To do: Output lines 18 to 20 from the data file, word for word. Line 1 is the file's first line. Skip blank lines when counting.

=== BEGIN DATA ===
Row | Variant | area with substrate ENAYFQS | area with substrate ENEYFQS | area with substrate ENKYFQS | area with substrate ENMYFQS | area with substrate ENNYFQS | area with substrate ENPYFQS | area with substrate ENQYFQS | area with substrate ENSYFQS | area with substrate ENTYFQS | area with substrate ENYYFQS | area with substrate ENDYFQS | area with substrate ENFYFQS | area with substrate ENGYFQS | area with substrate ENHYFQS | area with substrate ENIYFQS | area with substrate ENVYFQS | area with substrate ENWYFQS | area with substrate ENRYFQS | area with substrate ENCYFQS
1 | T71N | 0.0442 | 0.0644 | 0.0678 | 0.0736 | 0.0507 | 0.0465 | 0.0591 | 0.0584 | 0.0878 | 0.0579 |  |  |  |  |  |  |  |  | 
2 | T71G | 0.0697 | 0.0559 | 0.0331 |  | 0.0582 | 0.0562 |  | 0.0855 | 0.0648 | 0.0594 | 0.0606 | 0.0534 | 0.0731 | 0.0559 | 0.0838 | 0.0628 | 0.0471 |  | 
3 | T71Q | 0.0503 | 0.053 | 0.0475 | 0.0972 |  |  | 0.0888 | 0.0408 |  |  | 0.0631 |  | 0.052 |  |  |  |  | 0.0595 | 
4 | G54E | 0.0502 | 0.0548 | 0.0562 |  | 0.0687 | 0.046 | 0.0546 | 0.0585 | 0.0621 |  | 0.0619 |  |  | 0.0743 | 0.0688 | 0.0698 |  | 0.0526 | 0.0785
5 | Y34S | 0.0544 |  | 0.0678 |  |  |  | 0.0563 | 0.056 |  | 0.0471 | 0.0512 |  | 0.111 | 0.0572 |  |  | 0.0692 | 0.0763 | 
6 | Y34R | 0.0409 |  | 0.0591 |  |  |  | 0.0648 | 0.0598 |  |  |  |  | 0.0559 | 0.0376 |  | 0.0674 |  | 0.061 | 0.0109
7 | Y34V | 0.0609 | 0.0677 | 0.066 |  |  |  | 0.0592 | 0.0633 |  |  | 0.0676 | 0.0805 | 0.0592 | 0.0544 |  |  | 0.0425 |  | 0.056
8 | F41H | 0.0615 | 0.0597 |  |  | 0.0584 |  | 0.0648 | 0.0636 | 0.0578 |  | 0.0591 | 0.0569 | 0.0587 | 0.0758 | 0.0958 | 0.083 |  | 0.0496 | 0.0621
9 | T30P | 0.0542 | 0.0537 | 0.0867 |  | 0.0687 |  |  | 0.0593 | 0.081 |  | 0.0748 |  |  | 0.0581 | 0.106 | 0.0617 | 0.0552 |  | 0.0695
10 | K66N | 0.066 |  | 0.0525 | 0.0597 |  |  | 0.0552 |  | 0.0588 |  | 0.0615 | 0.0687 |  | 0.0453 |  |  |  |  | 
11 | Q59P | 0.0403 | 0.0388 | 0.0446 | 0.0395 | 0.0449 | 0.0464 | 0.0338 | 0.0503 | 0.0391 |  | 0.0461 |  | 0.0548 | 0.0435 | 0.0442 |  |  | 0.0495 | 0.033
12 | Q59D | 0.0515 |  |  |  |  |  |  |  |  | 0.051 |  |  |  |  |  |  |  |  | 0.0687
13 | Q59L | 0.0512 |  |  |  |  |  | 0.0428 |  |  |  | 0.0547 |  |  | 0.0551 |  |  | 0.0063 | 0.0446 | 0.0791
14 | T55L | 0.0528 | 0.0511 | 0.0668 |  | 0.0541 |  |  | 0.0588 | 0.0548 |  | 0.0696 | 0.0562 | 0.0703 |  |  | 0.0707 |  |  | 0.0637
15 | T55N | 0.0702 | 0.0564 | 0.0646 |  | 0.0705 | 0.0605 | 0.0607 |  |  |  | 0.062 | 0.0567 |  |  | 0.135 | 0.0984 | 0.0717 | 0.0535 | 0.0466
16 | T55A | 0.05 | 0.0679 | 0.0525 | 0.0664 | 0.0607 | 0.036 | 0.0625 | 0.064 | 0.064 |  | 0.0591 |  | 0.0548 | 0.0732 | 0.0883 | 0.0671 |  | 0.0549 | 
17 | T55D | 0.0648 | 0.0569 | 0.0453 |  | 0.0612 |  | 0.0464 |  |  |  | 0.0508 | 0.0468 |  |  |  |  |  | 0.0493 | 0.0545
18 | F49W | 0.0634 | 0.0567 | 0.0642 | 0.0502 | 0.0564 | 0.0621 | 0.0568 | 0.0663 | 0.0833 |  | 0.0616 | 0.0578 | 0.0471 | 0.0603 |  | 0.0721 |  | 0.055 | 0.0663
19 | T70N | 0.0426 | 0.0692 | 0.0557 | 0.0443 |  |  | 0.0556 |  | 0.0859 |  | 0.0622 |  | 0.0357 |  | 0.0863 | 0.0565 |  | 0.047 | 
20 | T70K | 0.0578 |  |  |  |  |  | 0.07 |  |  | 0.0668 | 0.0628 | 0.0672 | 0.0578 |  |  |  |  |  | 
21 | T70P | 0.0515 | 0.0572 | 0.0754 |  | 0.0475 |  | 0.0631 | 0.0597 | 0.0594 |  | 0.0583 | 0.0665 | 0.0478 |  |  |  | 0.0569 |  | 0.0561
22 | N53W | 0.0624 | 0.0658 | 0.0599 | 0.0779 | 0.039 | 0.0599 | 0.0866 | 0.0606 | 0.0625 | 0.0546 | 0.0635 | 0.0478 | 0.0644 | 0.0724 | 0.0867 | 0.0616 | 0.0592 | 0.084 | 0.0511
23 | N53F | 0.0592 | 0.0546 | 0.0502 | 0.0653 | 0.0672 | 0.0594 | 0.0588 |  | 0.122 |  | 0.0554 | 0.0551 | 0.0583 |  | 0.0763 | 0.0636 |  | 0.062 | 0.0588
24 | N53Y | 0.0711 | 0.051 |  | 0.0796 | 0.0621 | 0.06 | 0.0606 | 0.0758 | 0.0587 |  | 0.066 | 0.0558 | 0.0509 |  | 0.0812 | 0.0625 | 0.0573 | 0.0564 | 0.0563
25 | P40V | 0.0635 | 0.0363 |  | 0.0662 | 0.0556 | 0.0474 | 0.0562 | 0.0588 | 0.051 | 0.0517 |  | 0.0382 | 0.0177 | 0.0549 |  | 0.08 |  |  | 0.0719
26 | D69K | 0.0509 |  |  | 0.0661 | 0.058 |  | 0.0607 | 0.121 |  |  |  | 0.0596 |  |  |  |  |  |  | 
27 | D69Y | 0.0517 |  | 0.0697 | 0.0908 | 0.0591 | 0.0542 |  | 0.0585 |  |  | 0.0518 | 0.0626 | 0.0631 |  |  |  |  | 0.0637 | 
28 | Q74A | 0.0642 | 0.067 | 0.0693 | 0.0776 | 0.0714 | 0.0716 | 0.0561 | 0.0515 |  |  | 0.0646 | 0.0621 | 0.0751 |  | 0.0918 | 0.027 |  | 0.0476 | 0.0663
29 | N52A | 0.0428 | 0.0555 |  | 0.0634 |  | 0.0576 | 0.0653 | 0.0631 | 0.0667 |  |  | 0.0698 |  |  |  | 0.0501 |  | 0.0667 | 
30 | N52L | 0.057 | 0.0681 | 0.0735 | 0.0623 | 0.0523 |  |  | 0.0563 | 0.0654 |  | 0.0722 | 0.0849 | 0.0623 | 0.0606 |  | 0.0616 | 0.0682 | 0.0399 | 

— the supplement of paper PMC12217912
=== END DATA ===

17 | T55D | 0.0648 | 0.0569 | 0.0453 |  | 0.0612 |  | 0.0464 |  |  |  | 0.0508 | 0.0468 |  |  |  |  |  | 0.0493 | 0.0545
18 | F49W | 0.0634 | 0.0567 | 0.0642 | 0.0502 | 0.0564 | 0.0621 | 0.0568 | 0.0663 | 0.0833 |  | 0.0616 | 0.0578 | 0.0471 | 0.0603 |  | 0.0721 |  | 0.055 | 0.0663
19 | T70N | 0.0426 | 0.0692 | 0.0557 | 0.0443 |  |  | 0.0556 |  | 0.0859 |  | 0.0622 |  | 0.0357 |  | 0.0863 | 0.0565 |  | 0.047 | 